Once upon a time, Roger Nichols turned his back on a lucrative career as a nuclear engineer, turning audio knobs instead, and the world’s been a better-sounding place ever since. From his decades of work with Steely Dan, John Denver and other artists, Roger proved his production prowess while stretching the limits of technology. When the available gear couldn’t do the job, he’d invent solutions, such as the 1978 Wendel sampling drum computer (the first drum replacement device) or the Rane PaqRat, which transformed a lowly ADAT or DA-88 recorder into a 24-bit mastering deck. And if that wasn’t enough, his Digital Atomics company developed a vacuum desiccation system for tape restoration that offered an alternative to tape baking. Over the years, tracks Roger engineered (such as Donald Fagen’s The Nightfly) became established as standards for speaker demos in audio showrooms and AES booths—in either case, some pretty tough customers.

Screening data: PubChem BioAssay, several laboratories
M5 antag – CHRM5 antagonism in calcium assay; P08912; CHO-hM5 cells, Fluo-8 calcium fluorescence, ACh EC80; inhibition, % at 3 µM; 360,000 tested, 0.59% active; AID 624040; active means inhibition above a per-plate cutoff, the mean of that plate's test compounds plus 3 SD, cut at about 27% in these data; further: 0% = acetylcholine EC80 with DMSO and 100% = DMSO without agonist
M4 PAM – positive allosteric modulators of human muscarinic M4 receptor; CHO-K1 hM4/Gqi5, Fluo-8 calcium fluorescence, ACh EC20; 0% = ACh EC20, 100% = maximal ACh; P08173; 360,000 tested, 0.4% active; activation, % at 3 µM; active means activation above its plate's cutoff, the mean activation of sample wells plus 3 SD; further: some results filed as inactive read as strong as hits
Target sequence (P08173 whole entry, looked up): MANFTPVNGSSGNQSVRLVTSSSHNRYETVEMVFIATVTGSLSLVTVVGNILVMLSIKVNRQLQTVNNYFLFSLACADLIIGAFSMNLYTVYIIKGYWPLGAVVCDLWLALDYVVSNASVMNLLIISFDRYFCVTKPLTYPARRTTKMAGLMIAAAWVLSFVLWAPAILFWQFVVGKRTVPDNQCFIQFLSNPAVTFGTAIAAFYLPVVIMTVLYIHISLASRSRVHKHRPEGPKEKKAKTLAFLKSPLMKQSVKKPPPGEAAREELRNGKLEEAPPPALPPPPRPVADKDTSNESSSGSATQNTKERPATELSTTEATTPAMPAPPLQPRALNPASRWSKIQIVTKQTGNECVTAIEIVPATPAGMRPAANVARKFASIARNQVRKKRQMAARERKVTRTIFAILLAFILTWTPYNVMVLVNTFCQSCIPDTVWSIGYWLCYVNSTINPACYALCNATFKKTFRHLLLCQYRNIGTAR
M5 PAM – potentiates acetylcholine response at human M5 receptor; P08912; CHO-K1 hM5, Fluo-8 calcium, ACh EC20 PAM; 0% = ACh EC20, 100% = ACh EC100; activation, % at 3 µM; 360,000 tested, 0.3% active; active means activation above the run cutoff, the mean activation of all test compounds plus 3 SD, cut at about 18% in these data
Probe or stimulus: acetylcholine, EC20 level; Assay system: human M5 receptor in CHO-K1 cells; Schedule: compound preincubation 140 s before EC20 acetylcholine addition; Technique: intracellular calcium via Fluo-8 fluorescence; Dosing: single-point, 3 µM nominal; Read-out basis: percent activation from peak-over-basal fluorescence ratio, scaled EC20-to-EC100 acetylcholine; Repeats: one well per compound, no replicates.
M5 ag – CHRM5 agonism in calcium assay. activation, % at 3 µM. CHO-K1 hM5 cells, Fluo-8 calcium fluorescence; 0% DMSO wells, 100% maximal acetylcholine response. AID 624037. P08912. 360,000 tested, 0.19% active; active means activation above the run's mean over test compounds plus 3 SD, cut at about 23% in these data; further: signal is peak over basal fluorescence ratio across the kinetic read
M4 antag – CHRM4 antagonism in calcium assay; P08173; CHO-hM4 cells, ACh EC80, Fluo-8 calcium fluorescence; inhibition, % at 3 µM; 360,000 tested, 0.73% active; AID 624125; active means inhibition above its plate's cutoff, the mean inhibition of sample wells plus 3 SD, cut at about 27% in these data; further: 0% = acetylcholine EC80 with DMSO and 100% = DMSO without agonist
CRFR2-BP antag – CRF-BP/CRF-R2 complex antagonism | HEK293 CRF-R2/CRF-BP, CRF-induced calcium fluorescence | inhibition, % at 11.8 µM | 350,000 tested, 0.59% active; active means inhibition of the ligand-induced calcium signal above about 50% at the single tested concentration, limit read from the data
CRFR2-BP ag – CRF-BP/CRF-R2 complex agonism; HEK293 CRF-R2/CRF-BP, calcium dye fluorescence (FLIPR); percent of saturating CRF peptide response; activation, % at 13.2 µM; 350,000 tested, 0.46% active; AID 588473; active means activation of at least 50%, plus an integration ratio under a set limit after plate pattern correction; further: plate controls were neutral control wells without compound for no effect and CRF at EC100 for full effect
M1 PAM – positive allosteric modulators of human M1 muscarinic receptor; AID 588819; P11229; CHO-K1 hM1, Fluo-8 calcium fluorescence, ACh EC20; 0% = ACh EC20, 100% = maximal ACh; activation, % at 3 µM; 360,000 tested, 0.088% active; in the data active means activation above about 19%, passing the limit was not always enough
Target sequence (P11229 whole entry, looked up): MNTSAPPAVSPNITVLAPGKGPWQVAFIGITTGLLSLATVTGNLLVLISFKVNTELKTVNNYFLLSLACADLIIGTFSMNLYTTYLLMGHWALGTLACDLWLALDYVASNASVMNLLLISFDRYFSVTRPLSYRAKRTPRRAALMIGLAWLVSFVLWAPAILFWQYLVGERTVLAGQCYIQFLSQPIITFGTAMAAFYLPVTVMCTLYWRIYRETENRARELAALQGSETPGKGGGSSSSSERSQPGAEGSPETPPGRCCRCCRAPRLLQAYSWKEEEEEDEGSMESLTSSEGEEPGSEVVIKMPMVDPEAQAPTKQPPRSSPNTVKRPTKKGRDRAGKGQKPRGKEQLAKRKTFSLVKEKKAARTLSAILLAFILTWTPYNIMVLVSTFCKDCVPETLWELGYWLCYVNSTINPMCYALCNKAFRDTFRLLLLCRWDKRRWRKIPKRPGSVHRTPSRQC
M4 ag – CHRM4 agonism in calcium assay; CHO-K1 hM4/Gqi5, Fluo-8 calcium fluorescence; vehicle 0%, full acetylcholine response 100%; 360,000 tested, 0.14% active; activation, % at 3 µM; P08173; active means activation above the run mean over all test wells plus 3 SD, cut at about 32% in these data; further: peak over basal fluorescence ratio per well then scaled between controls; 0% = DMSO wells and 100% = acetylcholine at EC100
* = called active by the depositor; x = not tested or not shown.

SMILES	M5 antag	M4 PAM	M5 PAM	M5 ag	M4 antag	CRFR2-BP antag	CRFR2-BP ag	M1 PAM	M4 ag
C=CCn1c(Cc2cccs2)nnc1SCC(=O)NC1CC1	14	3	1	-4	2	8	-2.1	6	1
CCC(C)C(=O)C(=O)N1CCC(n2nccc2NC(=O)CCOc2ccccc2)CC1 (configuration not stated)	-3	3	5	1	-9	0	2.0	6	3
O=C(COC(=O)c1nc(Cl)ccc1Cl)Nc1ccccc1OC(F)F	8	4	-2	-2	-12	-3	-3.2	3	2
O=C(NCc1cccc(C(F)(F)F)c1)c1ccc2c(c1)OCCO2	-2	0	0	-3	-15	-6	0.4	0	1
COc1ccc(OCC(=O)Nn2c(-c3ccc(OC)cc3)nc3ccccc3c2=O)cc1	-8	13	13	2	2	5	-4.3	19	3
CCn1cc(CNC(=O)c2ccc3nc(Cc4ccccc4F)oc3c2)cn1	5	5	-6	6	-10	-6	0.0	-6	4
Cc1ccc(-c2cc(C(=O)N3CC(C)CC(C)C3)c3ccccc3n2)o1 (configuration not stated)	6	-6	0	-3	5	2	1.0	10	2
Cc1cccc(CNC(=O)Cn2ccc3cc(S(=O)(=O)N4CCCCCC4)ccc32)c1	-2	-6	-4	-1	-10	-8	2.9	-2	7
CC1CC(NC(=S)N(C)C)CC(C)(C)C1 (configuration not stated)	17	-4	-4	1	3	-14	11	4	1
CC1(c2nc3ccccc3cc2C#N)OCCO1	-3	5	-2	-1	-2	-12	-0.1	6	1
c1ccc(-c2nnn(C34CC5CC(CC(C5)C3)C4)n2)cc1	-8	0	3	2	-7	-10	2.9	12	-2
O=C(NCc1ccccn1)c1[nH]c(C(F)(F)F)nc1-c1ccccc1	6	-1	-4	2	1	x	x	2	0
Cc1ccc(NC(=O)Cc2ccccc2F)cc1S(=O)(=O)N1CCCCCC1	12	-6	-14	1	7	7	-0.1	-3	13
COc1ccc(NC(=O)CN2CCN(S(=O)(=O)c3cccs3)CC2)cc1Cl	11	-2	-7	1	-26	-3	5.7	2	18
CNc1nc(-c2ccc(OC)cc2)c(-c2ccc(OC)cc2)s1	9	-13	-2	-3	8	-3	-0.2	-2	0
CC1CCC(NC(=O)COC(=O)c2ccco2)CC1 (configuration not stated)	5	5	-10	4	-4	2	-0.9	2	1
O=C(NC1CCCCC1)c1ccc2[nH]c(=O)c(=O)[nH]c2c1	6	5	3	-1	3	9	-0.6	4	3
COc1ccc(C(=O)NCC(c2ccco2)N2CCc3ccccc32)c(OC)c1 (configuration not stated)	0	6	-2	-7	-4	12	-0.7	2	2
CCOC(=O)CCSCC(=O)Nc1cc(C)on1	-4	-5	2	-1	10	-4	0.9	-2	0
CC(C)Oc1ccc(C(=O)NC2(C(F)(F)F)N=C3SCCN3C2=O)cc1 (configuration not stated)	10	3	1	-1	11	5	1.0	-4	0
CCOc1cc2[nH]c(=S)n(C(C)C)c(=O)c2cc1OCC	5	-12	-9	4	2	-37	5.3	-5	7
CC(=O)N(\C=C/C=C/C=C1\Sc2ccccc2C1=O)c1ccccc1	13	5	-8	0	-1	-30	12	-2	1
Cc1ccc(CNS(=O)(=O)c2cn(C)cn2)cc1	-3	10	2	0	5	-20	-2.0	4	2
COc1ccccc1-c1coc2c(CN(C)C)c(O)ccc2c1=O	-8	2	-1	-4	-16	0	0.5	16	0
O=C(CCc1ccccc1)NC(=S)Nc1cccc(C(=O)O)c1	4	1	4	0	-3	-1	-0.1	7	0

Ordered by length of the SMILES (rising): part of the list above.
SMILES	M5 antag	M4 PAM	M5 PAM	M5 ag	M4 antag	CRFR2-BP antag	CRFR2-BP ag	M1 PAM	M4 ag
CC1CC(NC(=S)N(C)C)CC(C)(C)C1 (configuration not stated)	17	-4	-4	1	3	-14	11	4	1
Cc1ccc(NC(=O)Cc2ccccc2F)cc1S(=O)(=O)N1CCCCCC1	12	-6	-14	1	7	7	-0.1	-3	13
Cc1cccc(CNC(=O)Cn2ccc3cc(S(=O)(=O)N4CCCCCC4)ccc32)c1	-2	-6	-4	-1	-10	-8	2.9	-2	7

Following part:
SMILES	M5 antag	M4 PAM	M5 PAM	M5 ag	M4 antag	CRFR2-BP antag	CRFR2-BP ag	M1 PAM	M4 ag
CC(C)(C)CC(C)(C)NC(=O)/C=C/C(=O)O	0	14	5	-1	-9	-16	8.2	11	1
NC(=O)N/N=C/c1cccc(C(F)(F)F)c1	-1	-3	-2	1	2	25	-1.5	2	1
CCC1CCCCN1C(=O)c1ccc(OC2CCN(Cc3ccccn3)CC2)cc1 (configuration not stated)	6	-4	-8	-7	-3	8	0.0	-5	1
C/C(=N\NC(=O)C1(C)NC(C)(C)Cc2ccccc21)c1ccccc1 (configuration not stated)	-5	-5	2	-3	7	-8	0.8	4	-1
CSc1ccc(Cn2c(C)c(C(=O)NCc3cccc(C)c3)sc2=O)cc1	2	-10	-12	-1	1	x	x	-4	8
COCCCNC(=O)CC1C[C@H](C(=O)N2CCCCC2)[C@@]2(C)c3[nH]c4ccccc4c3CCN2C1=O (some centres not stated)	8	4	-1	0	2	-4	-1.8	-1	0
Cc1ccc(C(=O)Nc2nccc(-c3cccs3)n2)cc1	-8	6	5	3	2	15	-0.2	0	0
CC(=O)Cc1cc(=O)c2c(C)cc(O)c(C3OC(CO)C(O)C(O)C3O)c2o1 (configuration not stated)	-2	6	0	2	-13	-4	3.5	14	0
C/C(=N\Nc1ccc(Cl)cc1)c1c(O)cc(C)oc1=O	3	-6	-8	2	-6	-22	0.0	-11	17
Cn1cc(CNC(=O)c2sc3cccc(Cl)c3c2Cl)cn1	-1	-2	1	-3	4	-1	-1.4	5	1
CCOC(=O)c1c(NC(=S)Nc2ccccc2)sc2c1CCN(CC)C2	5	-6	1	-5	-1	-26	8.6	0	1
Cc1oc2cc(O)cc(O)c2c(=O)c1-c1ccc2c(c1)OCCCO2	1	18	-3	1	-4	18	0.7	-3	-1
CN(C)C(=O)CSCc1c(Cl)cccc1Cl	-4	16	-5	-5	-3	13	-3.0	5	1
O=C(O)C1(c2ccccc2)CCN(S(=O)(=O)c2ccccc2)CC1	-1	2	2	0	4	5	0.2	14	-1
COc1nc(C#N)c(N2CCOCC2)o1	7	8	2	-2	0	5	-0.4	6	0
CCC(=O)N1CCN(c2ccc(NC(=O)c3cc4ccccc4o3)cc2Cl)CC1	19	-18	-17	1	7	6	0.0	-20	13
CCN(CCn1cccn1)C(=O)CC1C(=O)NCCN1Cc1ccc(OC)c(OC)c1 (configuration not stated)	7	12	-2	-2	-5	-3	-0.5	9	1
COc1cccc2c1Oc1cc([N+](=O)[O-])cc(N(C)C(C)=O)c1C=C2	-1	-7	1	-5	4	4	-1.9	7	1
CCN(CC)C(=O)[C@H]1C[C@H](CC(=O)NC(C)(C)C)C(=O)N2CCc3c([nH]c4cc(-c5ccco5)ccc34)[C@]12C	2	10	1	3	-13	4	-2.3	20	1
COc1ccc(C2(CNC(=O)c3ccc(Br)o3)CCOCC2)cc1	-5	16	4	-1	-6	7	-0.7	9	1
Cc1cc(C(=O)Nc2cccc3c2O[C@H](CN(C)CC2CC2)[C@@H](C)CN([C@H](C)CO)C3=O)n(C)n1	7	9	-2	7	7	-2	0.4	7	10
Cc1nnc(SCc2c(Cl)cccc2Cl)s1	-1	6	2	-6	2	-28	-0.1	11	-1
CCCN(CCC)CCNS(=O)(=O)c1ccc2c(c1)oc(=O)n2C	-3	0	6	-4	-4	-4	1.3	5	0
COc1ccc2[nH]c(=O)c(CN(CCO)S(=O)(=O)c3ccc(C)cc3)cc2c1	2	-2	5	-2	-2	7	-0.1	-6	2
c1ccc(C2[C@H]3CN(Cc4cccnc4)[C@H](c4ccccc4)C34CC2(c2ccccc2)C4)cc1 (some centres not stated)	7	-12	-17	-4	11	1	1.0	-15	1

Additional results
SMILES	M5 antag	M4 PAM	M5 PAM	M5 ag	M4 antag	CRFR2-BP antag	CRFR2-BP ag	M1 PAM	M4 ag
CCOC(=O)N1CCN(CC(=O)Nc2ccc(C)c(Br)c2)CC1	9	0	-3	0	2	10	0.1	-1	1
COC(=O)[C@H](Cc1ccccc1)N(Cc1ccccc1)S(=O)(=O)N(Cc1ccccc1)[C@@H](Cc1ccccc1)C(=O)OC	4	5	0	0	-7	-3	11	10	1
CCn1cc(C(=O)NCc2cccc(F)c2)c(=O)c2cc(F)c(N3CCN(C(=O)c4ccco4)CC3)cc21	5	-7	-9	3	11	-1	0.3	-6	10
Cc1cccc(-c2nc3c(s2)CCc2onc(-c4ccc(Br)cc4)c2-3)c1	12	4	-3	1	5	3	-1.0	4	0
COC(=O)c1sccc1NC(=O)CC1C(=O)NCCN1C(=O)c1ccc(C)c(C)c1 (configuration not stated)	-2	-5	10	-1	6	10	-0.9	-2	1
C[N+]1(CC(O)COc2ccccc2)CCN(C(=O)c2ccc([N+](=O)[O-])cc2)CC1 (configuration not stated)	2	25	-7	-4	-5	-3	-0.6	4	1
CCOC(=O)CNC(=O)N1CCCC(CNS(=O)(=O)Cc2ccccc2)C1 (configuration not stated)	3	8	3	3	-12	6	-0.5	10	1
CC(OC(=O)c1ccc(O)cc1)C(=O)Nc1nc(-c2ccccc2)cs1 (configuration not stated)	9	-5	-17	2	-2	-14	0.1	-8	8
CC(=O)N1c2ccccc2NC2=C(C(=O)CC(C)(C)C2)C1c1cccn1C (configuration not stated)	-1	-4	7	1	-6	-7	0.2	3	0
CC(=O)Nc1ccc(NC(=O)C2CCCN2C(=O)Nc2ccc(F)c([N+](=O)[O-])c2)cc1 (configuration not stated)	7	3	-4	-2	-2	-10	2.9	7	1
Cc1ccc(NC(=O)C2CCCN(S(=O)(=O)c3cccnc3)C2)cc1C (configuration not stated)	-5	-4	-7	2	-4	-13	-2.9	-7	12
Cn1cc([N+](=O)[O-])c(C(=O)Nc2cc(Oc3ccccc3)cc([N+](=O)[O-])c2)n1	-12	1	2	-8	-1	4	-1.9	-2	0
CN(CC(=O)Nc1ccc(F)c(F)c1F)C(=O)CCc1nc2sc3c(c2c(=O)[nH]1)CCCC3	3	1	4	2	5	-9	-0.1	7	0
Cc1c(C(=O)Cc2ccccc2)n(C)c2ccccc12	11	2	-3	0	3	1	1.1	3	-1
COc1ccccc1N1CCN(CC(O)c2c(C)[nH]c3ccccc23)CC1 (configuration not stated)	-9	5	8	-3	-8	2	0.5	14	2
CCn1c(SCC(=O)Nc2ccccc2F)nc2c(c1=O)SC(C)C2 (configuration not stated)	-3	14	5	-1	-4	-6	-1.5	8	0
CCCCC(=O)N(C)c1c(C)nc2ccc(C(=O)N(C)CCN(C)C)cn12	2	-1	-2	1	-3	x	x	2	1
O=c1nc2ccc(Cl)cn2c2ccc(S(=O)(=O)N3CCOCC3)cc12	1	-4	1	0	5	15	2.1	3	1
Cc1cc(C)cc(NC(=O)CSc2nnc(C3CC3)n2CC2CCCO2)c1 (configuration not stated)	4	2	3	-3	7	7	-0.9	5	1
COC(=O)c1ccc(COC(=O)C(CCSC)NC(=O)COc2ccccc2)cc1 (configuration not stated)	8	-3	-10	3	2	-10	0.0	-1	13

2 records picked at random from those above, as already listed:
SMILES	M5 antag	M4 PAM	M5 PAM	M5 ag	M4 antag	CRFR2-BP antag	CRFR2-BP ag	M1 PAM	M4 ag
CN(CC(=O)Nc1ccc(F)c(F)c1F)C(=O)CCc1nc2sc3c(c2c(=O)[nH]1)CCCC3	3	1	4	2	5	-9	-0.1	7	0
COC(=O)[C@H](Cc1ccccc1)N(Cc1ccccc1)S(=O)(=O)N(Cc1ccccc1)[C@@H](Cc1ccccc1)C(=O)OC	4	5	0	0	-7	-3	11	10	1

On a personal note, Roger was always a caring and giving person, whether serving on NARAS boards, or volunteering his time to lecture to college students and AES sections. In fact I was convinced Roger into spending a week with me doing production seminars for the audio community in Buenos Aires, Argentina. A little off the beaten track, but Roger was quick to give up his valuable time for the benefit of others. Between his amazing legacy of recorded work (Steely Dan, Donald Fagen, John Denver, Rickie Lee Jones, Take 6, Johnny Winter, Placido Domingo, Roseanne Cash, The Beach Boys and so many more) and his benevolence in helping others, he has given so much to our industry.
Now it’s time we helped HIM out.
>>>You can donate to help Roger via PAYPAL. Any amount, large or small, is appreciated and will make a difference. CLICK HERE FOR MORE INFORMATION
When not working on MIX stuff, George Petersen records and performs with the SF Bay Area-based rock band ARIEL. Click herewww.jenpet.com/ariel.html and check ‘em out.